“Nanobubbles and the Future of Ultrasound: New opportunities for molecular imaging and cancer therapy beyond the vasculature”
May 3, 2018
Agata A. Exner Ph.D.
Professor, Department of Radiology, Case Western Reserve University, Cleveland, Ohio USA
The ability to formulate robust contrast agents able that penetrate deep into tumors (to detect cell surface markers or molecules in the tissue) is critical to the development of ultrasound as a molecular imaging tool. Yet small size highly echogenic agents have been elusive. Conventional microbubble contrast agents currently used are intravascular contrast agents unable to penetrate into tumors due to their large size (typically 2-3 mm). We are developing unique lipid-surfactant and surfactant stabilized nanobubbles with a gas perfluorocarbon code which are visible at 6-18 MHz and beyond, yet sufficiently small (~200-300 nm) to move beyond the leaky tumor vasculature. Surface functionalization of nanobubbles permits greatly expanded molecular imaging capabilities of ultrasound. Here we will present recent data supporting the formulation of echogenic nanobubbles, evaluating their unique in vitro biophysical and acoustic behavior and showcasing their application in ultrasound molecular imaging of prostate cancer via targeting of the prostate specific membrane antigen (PSMA).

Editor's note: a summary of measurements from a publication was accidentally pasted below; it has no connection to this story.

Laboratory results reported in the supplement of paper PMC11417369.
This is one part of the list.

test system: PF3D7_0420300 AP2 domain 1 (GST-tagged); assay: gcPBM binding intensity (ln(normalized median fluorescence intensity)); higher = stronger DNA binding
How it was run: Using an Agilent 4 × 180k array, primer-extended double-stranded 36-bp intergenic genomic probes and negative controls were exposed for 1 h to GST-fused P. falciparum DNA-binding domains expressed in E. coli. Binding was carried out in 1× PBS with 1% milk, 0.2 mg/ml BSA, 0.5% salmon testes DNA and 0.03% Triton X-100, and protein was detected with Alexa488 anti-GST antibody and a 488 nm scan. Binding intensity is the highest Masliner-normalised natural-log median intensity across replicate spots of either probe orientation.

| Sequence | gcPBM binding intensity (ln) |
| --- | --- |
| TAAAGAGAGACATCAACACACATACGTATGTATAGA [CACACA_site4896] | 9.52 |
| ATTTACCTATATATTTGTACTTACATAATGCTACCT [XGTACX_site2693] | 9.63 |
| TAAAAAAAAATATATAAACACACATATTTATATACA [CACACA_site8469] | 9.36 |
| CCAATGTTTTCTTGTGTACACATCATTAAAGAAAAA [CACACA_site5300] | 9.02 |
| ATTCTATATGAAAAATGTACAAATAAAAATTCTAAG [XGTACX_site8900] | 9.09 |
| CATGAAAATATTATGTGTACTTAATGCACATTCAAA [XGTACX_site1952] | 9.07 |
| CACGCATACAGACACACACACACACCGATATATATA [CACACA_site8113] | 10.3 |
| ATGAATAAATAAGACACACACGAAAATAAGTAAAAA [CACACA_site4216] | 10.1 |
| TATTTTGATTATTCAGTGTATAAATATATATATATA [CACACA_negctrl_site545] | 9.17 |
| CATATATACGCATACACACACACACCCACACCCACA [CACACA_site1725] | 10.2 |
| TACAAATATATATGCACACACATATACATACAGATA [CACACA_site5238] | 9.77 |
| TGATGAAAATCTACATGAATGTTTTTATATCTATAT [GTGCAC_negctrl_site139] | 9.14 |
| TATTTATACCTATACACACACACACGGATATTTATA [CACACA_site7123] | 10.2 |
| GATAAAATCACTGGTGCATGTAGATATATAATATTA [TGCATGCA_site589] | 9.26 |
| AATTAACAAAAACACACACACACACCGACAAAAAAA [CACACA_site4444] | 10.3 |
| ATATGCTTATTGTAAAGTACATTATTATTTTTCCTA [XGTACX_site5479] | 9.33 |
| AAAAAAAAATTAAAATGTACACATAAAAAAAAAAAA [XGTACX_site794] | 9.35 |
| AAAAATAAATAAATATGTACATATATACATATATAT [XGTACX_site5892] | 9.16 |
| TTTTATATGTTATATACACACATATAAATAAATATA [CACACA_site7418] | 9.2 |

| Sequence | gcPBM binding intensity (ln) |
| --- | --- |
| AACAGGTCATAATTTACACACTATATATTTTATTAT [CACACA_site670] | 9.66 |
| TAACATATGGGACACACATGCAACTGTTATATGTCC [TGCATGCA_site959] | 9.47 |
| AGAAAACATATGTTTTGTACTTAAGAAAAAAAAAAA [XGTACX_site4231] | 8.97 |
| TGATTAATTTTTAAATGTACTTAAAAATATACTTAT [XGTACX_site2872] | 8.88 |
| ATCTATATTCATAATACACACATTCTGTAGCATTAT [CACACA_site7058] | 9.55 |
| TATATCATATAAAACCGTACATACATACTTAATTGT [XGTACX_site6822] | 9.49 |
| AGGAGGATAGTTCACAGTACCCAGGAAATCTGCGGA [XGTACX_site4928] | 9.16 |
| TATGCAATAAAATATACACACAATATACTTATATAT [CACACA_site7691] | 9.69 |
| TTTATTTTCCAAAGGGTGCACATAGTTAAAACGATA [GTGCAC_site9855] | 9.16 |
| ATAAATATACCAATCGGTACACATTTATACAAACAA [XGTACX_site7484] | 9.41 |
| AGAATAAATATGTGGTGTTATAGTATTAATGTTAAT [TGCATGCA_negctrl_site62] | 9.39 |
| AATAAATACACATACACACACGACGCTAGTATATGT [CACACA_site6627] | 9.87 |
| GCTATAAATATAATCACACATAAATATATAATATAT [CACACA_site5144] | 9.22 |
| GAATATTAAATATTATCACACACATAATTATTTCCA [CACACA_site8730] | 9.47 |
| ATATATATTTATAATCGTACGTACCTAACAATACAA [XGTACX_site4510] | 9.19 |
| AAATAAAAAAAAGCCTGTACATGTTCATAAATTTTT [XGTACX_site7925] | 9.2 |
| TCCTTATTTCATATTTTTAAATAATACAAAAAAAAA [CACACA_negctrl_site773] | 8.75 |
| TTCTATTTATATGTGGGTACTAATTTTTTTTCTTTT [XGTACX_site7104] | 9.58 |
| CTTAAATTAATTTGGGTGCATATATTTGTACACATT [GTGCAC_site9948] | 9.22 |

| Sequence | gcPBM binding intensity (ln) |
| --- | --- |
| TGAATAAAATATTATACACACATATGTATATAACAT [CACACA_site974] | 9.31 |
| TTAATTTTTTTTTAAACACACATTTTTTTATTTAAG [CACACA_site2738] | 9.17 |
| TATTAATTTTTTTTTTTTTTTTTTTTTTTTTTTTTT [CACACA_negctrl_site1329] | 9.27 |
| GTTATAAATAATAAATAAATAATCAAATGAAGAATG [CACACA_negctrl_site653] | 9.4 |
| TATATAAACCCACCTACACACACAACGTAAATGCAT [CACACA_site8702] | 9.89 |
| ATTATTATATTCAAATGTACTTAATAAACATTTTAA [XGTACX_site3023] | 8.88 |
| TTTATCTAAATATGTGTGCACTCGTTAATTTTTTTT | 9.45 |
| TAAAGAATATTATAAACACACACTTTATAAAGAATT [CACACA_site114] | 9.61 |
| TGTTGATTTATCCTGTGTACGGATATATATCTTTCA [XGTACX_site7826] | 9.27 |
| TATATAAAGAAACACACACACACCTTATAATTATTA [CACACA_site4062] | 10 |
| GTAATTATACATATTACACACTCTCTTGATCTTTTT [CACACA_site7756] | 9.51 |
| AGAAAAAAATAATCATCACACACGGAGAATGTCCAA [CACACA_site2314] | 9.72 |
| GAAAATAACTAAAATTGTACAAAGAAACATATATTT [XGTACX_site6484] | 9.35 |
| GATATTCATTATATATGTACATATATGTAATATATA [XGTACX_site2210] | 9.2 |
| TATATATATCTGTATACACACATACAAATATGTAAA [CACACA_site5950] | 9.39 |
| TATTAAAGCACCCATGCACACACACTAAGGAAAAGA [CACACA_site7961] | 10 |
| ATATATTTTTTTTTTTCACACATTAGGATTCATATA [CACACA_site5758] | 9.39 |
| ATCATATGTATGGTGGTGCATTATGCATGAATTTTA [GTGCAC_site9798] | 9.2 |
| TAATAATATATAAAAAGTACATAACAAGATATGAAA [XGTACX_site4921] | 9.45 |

Dr. Exner is Professor of Radiology and Biomedical Engineering at Case Western Reserve University School of Medicine in Cleveland, Ohio. Her research focuses on the development of nanobubble contrast agents for ultrasound molecular imaging and ultrasound-enhanced drug delivery for cancer detection and therapy, and engineering drug-eluting polymer implants for intratumoral chemotherapy. Dr. Exner is a Fellow of the Academy of Medical and Biological Engineering, Distinguished Investigator of the Academy of Radiology Research, and Associate Editor of the Annals of Biomedical Engineering.